We wanted our training to look into the area the emotions connected to cancer care. Chris Lottman, retired professor of social work, provided an in-depth review of how the emotions can be used in effective communication and relationships with people struggling with cancer. In small groups, we discussed the emotional realities facing navigators and people who are afraid of finding out about cancer. Chris helped us see that the "emotional intelligence" of the navigator is a key to building trust, sparking openness, and establishing a relationship that can endure painful moments.
Finally, we wanted navigators to understand and hear just how our medical director would present a brief talk on cancer and screening. Realizing that the presentation would be for average people meant thinking about what people, in general, needed to hear in order to begin a thinking process about whether cancer could affect them. Dr. Moussavian gave several talks that modified his presentation and prepared the navigators for key points that could be expanded in small groups at the dinners we expected to attend. We wanted to have Dr. Moussavian give valuable information to people considering a cancer screening without either scaring them or giving so much information that the person was drowning in detail. Most of all, our message should be that information about cancer is comprehensible and helps any attempts to fight cancer.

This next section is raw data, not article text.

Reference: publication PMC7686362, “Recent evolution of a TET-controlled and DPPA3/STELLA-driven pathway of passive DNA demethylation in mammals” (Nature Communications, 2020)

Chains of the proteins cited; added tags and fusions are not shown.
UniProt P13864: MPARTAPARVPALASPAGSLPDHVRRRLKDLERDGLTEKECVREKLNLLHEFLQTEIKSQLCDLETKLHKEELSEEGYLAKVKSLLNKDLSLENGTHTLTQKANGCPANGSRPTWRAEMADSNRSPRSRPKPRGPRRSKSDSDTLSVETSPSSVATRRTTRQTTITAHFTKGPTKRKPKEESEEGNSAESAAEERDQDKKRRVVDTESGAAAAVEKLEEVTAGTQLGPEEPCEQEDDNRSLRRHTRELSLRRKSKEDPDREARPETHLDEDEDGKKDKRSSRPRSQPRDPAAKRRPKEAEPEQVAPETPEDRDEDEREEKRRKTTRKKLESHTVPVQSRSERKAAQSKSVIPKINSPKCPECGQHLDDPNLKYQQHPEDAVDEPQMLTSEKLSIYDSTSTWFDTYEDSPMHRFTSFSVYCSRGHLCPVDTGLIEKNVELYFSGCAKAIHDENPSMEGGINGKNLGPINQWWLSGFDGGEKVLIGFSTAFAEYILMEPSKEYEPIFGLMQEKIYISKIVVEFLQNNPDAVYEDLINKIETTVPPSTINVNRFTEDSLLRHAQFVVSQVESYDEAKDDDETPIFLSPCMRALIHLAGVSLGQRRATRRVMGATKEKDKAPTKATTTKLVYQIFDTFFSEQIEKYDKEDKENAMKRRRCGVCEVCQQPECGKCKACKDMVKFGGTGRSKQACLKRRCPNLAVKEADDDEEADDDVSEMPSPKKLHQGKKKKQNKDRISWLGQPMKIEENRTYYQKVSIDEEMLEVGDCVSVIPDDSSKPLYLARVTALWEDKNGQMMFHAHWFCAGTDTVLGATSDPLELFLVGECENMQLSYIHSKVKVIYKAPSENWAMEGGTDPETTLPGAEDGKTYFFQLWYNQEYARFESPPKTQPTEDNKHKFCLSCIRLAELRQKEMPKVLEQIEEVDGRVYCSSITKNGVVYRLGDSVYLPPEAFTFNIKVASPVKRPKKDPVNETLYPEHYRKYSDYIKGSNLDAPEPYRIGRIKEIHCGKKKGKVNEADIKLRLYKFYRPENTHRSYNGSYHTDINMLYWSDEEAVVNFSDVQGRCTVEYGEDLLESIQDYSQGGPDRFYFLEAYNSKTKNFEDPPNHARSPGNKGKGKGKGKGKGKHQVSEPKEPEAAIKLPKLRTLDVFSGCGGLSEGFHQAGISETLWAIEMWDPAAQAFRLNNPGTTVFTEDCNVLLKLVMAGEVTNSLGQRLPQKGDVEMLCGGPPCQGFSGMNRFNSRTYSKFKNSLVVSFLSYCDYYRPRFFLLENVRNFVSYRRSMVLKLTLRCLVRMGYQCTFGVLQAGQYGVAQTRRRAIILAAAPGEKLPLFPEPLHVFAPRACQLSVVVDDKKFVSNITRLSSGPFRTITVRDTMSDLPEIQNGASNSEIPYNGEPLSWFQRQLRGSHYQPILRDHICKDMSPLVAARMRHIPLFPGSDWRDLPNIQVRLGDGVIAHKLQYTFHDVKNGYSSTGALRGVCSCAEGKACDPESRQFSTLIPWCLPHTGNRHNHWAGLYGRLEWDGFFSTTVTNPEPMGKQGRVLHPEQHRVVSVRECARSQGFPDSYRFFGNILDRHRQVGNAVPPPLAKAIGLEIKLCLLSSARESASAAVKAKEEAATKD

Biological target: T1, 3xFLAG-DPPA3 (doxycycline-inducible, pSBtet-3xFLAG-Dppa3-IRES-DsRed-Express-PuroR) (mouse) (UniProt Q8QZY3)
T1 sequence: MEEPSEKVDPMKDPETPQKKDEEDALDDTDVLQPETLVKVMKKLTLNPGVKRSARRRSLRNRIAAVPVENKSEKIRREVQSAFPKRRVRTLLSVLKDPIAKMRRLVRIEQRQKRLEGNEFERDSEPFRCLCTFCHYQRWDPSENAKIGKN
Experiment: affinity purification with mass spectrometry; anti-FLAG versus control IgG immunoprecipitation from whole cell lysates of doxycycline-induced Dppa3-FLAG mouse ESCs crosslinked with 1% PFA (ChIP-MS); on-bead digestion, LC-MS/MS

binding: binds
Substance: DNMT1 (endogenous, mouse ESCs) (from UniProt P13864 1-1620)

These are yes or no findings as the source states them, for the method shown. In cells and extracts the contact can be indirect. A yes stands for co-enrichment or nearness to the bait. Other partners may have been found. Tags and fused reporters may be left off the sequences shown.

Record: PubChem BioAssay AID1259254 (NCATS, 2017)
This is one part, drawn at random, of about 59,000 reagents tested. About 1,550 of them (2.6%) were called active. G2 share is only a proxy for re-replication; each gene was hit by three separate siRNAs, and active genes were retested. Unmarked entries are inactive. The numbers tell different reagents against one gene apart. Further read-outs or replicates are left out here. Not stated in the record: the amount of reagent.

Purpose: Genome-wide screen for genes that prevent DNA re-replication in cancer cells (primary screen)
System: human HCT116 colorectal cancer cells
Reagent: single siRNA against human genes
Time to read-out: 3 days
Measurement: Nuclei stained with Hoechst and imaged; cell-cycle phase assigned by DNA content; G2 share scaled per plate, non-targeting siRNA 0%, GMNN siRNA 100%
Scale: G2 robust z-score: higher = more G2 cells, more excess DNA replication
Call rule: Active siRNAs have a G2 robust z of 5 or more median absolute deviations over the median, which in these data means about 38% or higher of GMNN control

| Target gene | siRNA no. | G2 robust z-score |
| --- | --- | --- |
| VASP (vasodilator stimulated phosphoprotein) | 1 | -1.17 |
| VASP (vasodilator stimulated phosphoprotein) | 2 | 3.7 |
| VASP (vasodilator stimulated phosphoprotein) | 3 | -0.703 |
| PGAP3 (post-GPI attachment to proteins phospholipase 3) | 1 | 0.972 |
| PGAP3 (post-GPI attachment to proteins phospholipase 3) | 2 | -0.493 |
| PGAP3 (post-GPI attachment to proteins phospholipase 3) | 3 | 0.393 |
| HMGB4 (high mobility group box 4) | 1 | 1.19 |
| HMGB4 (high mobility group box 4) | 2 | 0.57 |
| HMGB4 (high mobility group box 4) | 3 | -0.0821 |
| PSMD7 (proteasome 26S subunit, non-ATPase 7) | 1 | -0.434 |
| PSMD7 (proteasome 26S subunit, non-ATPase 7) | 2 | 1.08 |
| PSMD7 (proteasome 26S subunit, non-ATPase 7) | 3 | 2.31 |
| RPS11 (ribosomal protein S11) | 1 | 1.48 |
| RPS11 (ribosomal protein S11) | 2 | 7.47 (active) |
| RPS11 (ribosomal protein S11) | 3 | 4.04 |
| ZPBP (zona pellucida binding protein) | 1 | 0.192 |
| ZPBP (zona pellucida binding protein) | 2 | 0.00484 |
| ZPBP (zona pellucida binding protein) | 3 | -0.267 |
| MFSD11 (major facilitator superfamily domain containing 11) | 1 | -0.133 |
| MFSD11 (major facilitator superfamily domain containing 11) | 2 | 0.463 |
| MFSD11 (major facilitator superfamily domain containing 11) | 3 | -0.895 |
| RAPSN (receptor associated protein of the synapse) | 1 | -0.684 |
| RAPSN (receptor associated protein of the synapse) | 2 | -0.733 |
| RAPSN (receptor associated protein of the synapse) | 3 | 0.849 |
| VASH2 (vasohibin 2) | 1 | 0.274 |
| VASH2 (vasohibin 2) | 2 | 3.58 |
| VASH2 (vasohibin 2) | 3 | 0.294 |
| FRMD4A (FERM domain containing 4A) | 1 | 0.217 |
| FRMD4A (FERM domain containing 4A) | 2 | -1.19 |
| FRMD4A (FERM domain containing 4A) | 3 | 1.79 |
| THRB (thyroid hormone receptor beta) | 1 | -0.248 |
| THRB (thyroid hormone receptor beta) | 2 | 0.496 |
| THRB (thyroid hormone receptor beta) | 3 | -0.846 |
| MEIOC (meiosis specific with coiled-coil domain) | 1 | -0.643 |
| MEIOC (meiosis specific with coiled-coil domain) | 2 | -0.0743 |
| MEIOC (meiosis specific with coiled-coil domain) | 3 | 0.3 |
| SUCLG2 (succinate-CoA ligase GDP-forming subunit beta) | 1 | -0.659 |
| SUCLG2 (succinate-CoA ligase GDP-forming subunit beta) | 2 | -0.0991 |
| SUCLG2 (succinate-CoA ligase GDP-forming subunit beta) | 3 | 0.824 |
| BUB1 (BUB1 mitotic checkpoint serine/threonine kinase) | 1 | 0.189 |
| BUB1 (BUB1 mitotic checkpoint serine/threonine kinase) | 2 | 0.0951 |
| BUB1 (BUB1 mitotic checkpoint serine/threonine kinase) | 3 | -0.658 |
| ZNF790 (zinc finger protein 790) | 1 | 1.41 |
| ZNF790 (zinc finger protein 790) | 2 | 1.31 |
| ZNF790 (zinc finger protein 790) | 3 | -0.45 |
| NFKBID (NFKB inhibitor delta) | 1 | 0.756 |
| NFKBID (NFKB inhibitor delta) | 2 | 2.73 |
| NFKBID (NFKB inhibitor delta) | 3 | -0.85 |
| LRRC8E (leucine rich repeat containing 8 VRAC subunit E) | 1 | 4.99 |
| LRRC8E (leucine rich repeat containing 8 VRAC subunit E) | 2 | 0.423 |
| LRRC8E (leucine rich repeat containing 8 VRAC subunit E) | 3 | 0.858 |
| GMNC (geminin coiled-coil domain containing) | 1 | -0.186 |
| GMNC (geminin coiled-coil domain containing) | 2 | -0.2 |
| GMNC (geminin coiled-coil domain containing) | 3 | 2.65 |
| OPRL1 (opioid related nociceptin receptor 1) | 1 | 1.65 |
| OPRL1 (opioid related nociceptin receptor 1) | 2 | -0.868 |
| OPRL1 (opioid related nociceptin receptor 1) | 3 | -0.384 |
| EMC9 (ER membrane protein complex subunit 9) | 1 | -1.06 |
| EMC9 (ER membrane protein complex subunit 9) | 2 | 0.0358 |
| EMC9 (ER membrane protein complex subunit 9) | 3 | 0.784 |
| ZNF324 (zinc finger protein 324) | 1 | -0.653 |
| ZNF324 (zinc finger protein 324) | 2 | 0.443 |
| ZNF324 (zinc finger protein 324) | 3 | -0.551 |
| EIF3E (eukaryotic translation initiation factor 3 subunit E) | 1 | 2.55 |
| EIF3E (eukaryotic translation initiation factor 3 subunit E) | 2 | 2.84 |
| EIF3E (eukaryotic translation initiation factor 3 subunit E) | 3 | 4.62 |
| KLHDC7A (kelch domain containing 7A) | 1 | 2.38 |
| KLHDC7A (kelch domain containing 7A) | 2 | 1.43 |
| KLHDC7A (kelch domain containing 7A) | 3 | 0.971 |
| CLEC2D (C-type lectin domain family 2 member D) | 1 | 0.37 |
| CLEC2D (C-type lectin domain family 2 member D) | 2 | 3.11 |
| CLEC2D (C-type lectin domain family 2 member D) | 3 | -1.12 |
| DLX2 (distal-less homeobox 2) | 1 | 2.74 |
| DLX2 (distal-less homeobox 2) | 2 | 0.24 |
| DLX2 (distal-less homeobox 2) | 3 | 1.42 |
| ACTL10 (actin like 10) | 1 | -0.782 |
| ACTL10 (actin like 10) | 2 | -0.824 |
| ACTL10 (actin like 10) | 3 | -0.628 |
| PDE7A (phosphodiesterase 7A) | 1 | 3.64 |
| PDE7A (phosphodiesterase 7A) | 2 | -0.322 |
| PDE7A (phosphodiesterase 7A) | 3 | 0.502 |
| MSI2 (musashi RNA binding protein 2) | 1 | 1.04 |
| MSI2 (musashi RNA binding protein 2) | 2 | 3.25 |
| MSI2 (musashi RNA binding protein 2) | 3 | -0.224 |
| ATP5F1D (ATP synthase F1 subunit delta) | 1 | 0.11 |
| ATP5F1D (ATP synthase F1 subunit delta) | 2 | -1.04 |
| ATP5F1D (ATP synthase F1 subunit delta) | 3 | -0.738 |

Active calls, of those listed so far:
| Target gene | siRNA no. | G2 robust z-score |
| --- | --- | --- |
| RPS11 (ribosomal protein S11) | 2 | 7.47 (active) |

6. Where Does Navigation Occur?: The Cancer Justice Network is made up of over 20 organizations that serve the poor and especially minorities. We have started to begin our navigation process in those agencies that offer a weekly dinner and to join the dinner and add cancer education to the discussion. Christ Church Cathedral has had two meetings and one additional meeting is planned for the new year; Madisionville Education and Assistance Center has held one meeting and another is scheduled; and Northside Christian Church has held one meeting. Each meeting was an opportunity to be introduced by staff to the idea of cancer education and prevention. We have found two meetings at each agency to be beneficial. In the coming months, we will be at Southern Baptist Church and additional members of the Cancer Justice Network. (Please look at our website to see the full list of agencies:
7. What Have We Learned?: We have learned that by personalizing cancer education many people will be encouraged to take action and get a cancer exam. Sharing the idea of navigation, of accompanying people, is a new idea for people and we are looking for ways of suggesting this form of assistance that is readily acceptable. The most powerful learning is about the strength of compassionate discussion to trigger a desire to discuss personal and family health. Each meeting has been an opportunity to participate in discussions about family histories of caring that have sidestepped cancer or stories about deaths from cancer that might have been prevented. These insights have arisen because of the trust people have shown in our navigators and in the welcoming attitudes of Crossroad Health Center in the registration process. We are seeing the outline of a new kind of health service, a future in which caring is located in places where people feel warmth and caring as well as efficient connections to needed services. We are all learning that healthcare can be a positive and productive experience if navigation is genuinely offered.
by Steve Sunderland
Read about the latest progress we are making as a Cancer Justice Network.